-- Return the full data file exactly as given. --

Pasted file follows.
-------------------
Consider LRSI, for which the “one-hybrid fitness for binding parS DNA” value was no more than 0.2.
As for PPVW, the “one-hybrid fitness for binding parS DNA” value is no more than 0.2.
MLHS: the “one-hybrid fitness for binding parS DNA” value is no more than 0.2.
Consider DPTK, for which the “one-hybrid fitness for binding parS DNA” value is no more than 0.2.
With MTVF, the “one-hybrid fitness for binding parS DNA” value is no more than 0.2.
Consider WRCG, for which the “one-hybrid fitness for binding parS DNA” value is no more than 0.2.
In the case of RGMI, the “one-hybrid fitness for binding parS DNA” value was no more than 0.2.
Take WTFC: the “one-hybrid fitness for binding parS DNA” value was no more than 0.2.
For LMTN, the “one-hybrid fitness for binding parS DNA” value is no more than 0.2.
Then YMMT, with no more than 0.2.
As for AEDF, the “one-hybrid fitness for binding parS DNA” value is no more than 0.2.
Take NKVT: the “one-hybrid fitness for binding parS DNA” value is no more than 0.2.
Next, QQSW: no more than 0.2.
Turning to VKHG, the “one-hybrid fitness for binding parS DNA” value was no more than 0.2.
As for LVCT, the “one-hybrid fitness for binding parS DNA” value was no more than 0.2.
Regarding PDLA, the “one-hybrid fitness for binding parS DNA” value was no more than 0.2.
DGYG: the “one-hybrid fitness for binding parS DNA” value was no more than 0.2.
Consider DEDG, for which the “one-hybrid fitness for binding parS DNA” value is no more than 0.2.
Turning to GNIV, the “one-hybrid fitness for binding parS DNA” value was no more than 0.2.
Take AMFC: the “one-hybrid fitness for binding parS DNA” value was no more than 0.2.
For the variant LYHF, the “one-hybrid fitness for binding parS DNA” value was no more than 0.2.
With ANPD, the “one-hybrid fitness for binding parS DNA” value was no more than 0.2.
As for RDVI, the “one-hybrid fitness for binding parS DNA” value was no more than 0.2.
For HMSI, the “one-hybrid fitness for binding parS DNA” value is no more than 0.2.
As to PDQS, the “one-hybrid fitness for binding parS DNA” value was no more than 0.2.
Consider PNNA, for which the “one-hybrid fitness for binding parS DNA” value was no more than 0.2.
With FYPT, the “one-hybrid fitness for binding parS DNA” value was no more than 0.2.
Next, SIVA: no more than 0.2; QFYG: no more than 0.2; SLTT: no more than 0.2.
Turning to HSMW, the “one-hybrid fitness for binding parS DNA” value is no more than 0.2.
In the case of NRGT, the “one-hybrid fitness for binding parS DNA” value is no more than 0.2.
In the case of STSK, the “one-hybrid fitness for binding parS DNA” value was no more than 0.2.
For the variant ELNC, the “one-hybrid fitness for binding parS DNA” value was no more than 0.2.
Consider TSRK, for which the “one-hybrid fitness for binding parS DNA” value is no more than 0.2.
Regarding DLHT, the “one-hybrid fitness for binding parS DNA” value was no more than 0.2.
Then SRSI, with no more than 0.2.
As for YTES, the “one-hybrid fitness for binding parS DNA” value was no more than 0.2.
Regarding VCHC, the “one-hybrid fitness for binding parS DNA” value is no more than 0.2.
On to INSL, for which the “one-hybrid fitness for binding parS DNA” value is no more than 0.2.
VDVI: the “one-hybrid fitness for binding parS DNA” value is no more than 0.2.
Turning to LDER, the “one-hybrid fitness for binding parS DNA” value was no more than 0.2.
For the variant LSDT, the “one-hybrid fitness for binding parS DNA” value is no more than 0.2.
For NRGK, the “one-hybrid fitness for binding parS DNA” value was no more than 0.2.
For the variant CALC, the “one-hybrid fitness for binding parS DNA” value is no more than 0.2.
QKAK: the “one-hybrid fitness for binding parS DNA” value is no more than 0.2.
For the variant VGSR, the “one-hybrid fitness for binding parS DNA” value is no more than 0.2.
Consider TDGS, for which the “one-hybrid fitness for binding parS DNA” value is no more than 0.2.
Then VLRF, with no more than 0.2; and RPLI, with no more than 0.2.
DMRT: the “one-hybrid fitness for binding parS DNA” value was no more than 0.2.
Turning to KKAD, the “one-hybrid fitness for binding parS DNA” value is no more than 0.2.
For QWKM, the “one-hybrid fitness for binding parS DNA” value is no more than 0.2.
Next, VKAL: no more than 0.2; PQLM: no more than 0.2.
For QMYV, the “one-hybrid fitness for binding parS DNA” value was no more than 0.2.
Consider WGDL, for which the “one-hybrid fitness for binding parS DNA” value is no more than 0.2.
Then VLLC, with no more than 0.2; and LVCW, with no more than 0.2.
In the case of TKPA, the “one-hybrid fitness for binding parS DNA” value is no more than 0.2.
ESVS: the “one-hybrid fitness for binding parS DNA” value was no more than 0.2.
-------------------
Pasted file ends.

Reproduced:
Consider LRSI, for which the “one-hybrid fitness for binding parS DNA” value was no more than 0.2.
As for PPVW, the “one-hybrid fitness for binding parS DNA” value is no more than 0.2.
MLHS: the “one-hybrid fitness for binding parS DNA” value is no more than 0.2.
Consider DPTK, for which the “one-hybrid fitness for binding parS DNA” value is no more than 0.2.
With MTVF, the “one-hybrid fitness for binding parS DNA” value is no more than 0.2.
Consider WRCG, for which the “one-hybrid fitness for binding parS DNA” value is no more than 0.2.
In the case of RGMI, the “one-hybrid fitness for binding parS DNA” value was no more than 0.2.
Take WTFC: the “one-hybrid fitness for binding parS DNA” value was no more than 0.2.
For LMTN, the “one-hybrid fitness for binding parS DNA” value is no more than 0.2.
Then YMMT, with no more than 0.2.
As for AEDF, the “one-hybrid fitness for binding parS DNA” value is no more than 0.2.
Take NKVT: the “one-hybrid fitness for binding parS DNA” value is no more than 0.2.
Next, QQSW: no more than 0.2.
Turning to VKHG, the “one-hybrid fitness for binding parS DNA” value was no more than 0.2.
As for LVCT, the “one-hybrid fitness for binding parS DNA” value was no more than 0.2.
Regarding PDLA, the “one-hybrid fitness for binding parS DNA” value was no more than 0.2.
DGYG: the “one-hybrid fitness for binding parS DNA” value was no more than 0.2.
Consider DEDG, for which the “one-hybrid fitness for binding parS DNA” value is no more than 0.2.
Turning to GNIV, the “one-hybrid fitness for binding parS DNA” value was no more than 0.2.
Take AMFC: the “one-hybrid fitness for binding parS DNA” value was no more than 0.2.
For the variant LYHF, the “one-hybrid fitness for binding parS DNA” value was no more than 0.2.
With ANPD, the “one-hybrid fitness for binding parS DNA” value was no more than 0.2.
As for RDVI, the “one-hybrid fitness for binding parS DNA” value was no more than 0.2.
For HMSI, the “one-hybrid fitness for binding parS DNA” value is no more than 0.2.
As to PDQS, the “one-hybrid fitness for binding parS DNA” value was no more than 0.2.
Consider PNNA, for which the “one-hybrid fitness for binding parS DNA” value was no more than 0.2.
With FYPT, the “one-hybrid fitness for binding parS DNA” value was no more than 0.2.
Next, SIVA: no more than 0.2; QFYG: no more than 0.2; SLTT: no more than 0.2.
Turning to HSMW, the “one-hybrid fitness for binding parS DNA” value is no more than 0.2.
In the case of NRGT, the “one-hybrid fitness for binding parS DNA” value is no more than 0.2.
In the case of STSK, the “one-hybrid fitness for binding parS DNA” value was no more than 0.2.
For the variant ELNC, the “one-hybrid fitness for binding parS DNA” value was no more than 0.2.
Consider TSRK, for which the “one-hybrid fitness for binding parS DNA” value is no more than 0.2.
Regarding DLHT, the “one-hybrid fitness for binding parS DNA” value was no more than 0.2.
Then SRSI, with no more than 0.2.
As for YTES, the “one-hybrid fitness for binding parS DNA” value was no more than 0.2.
Regarding VCHC, the “one-hybrid fitness for binding parS DNA” value is no more than 0.2.
On to INSL, for which the “one-hybrid fitness for binding parS DNA” value is no more than 0.2.
VDVI: the “one-hybrid fitness for binding parS DNA” value is no more than 0.2.
Turning to LDER, the “one-hybrid fitness for binding parS DNA” value was no more than 0.2.
For the variant LSDT, the “one-hybrid fitness for binding parS DNA” value is no more than 0.2.
For NRGK, the “one-hybrid fitness for binding parS DNA” value was no more than 0.2.
For the variant CALC, the “one-hybrid fitness for binding parS DNA” value is no more than 0.2.
QKAK: the “one-hybrid fitness for binding parS DNA” value is no more than 0.2.
For the variant VGSR, the “one-hybrid fitness for binding parS DNA” value is no more than 0.2.
Consider TDGS, for which the “one-hybrid fitness for binding parS DNA” value is no more than 0.2.
Then VLRF, with no more than 0.2; and RPLI, with no more than 0.2.
DMRT: the “one-hybrid fitness for binding parS DNA” value was no more than 0.2.
Turning to KKAD, the “one-hybrid fitness for binding parS DNA” value is no more than 0.2.
For QWKM, the “one-hybrid fitness for binding parS DNA” value is no more than 0.2.
Next, VKAL: no more than 0.2; PQLM: no more than 0.2.
For QMYV, the “one-hybrid fitness for binding parS DNA” value was no more than 0.2.
Consider WGDL, for which the “one-hybrid fitness for binding parS DNA” value is no more than 0.2.
Then VLLC, with no more than 0.2; and LVCW, with no more than 0.2.
In the case of TKPA, the “one-hybrid fitness for binding parS DNA” value is no more than 0.2.
ESVS: the “one-hybrid fitness for binding parS DNA” value was no more than 0.2.